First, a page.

American Immigrant: Personal Narrative Analysis

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People tend to romanticize the life of an American Immigrant. They say, “We are going to America, the land of the free, the land of opportunity;” and for most part I do agree, America has given me many great opportunities throughout the years, but opportunity comes at a price. My parent moved to America when I was two and paid the price of losing their ability to communicate and to see their families. Being a D.A.C.A (Deferred Action for Childhood Arrivals) student now, you can conclude I lost that ability as well. Growing up was difficult to say the least for me, as well as my parents. We lived in a small house, in a small town of about 2,000 people in rural Arkansas. No one spoke Spanish and we had no family in America so we were pretty lonely for a while. Still, my parents never really seemed to mind that they couldn’t read anything or speak to anybody. After countless conversations with my parents throughout the years, I understand that their indifference to their…show more content…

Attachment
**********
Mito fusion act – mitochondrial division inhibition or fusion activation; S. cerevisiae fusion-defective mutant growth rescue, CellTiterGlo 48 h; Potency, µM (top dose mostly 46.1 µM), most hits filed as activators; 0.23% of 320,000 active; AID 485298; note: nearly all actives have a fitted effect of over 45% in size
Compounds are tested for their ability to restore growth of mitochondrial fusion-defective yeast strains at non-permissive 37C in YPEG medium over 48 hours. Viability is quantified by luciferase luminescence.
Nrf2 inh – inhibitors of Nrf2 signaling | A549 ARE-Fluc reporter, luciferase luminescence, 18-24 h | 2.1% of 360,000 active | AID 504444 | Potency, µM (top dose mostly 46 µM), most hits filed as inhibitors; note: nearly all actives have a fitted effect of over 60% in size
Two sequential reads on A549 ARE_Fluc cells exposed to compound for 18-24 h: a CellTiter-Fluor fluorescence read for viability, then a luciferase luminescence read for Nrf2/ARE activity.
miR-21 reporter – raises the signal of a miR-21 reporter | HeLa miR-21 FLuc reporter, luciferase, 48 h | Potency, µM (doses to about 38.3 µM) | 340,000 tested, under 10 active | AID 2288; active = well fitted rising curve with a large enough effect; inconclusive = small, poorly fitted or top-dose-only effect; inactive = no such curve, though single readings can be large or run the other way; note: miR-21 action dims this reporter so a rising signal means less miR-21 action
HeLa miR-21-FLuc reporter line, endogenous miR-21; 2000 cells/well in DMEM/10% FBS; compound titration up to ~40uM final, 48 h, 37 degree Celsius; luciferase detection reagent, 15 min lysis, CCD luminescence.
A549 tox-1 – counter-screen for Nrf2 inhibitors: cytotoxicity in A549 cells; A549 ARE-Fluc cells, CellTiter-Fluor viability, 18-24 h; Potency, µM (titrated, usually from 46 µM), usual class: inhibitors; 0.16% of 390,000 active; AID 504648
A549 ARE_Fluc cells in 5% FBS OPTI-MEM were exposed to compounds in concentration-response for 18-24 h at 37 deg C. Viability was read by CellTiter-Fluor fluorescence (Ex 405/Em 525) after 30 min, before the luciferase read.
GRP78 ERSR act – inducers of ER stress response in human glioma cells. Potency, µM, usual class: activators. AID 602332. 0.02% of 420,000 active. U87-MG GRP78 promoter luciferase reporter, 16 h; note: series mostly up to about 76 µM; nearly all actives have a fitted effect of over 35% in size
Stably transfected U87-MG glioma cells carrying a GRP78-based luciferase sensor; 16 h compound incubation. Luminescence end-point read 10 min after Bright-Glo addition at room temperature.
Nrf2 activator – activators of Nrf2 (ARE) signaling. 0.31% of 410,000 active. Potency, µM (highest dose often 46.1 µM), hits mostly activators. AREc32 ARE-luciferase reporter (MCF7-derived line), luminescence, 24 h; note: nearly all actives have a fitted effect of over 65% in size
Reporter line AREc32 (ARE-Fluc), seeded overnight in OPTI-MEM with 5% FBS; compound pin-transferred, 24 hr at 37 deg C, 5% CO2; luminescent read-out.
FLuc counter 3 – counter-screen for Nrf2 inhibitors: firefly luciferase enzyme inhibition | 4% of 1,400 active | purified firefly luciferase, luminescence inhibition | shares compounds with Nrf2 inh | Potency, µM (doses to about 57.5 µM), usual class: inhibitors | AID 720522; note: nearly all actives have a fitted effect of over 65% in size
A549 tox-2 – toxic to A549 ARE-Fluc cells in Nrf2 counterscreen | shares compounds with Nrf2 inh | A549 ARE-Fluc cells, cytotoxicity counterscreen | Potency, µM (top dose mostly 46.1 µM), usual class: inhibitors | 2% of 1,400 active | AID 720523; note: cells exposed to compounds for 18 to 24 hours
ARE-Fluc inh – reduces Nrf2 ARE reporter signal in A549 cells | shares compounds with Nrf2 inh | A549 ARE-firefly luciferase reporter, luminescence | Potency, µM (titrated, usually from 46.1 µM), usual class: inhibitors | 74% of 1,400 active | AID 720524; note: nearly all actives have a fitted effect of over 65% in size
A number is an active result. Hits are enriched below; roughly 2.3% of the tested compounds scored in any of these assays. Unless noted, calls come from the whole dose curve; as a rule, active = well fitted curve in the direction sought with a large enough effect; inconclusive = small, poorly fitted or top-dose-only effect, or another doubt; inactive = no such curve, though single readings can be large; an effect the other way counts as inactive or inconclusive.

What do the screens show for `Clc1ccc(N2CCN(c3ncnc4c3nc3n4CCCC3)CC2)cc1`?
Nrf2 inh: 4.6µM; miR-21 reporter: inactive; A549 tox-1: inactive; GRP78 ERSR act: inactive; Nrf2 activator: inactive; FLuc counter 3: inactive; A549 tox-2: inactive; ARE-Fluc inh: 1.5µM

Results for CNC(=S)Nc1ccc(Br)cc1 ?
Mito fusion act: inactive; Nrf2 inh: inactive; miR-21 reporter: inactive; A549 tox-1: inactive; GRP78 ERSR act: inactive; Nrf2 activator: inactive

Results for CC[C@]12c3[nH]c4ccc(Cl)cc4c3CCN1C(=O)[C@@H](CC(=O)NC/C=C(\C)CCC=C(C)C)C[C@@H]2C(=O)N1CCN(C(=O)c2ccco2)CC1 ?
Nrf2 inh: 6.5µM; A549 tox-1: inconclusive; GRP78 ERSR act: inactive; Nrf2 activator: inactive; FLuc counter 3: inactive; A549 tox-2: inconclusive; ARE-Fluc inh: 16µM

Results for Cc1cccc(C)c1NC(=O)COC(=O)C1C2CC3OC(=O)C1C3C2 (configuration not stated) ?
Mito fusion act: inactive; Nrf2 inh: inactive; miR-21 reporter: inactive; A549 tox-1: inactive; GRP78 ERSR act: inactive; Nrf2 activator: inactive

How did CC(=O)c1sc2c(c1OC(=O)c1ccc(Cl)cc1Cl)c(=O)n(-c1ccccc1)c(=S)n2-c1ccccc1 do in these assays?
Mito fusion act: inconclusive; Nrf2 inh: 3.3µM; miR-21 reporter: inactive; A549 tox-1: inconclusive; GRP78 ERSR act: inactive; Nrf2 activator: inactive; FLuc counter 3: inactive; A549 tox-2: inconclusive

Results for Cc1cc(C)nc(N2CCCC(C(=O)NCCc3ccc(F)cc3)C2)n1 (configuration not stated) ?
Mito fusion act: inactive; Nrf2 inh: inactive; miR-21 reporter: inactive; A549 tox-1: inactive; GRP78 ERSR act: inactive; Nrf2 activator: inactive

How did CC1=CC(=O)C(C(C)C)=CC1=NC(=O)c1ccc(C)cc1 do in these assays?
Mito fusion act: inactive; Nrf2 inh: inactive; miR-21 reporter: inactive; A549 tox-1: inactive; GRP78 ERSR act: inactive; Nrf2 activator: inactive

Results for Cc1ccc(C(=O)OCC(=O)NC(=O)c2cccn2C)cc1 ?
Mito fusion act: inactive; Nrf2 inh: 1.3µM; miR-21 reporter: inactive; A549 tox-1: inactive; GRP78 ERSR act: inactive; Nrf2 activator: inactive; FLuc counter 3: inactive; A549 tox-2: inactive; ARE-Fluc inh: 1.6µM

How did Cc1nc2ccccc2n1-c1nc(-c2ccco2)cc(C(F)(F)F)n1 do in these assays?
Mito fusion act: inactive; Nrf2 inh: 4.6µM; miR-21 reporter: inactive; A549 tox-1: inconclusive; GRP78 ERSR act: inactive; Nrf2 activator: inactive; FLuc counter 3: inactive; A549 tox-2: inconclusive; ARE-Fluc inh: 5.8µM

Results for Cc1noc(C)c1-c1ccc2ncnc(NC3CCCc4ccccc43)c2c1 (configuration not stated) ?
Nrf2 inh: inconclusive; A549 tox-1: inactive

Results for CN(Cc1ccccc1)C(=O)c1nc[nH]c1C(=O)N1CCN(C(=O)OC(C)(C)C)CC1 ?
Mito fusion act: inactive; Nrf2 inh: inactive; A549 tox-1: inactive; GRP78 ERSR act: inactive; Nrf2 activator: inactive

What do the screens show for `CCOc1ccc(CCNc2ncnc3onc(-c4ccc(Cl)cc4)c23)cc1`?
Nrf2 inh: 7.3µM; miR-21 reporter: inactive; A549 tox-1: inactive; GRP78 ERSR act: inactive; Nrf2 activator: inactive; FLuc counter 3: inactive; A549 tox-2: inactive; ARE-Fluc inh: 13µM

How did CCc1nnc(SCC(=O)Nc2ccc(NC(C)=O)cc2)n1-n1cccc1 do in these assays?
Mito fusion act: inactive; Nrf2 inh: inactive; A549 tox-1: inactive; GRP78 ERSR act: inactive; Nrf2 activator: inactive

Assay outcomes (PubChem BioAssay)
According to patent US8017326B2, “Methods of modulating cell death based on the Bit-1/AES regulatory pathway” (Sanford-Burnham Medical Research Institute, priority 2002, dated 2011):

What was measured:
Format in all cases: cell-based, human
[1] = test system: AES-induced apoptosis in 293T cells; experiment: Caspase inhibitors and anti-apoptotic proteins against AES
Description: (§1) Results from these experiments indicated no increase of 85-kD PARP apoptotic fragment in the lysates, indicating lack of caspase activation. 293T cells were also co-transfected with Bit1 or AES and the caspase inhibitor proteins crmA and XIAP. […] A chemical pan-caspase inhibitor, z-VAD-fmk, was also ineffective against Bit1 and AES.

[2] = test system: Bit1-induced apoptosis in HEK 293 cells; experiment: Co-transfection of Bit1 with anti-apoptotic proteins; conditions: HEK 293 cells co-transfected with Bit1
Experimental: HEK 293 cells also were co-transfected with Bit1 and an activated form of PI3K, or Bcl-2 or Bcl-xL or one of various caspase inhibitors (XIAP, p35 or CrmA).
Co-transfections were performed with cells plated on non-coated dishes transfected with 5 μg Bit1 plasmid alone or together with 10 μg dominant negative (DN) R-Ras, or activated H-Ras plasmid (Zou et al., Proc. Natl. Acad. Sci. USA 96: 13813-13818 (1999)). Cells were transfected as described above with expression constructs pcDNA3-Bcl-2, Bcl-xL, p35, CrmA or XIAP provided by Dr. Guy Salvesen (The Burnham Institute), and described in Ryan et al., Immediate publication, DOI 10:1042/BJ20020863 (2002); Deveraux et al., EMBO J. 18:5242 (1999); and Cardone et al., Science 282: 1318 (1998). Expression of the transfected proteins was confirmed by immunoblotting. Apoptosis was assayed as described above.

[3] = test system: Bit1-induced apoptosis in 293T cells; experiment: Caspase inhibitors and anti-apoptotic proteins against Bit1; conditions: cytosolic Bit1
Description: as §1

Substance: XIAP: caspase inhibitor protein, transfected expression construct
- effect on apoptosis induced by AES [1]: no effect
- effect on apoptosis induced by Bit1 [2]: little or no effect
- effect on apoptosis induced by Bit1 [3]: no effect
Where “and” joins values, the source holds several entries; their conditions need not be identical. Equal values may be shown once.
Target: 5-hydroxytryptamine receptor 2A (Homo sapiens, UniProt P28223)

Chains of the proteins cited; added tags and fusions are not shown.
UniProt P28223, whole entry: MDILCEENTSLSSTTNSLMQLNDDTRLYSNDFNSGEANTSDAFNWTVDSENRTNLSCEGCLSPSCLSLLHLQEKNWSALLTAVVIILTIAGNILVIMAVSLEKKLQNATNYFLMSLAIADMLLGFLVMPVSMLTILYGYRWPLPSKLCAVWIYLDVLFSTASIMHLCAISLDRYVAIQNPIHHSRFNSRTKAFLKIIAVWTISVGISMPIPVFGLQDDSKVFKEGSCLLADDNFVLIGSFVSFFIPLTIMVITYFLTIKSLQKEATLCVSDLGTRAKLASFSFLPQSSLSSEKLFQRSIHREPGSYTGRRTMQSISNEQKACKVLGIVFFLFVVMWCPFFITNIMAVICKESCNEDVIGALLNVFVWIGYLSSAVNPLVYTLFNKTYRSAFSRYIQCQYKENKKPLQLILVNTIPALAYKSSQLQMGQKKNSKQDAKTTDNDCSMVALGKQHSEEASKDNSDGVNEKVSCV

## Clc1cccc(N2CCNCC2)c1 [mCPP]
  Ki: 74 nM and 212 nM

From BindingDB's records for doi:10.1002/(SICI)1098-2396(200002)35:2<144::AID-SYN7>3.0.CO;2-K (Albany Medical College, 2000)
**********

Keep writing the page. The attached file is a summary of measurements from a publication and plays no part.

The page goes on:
The rural surroundings made learn how to focus on things I wanted to do by having little or no distractions. Also, living in a small town, separated from the rest of my family, fueled my ambition to strive for the opportunity to one day be able to see them again. As for my parents, their high expectations constantly made me become better at things I thought I did well. From learning what two plus two was to the Fundamental Theorem of Calculus, they always wanted me to push myself. I soon became addicted to the feeling of accomplishment. I could see the pride in them with every new award I received. It started with ribbons then elevated to certificates, to coins and now medals and trophies. The biggest one yet is a scholarship. This past year I earned a scholarship to go on an exchange to Japan over the summer of my junior year. The disbelief in my mom’s eyes was incredible. She couldn’t believe it until I got on the
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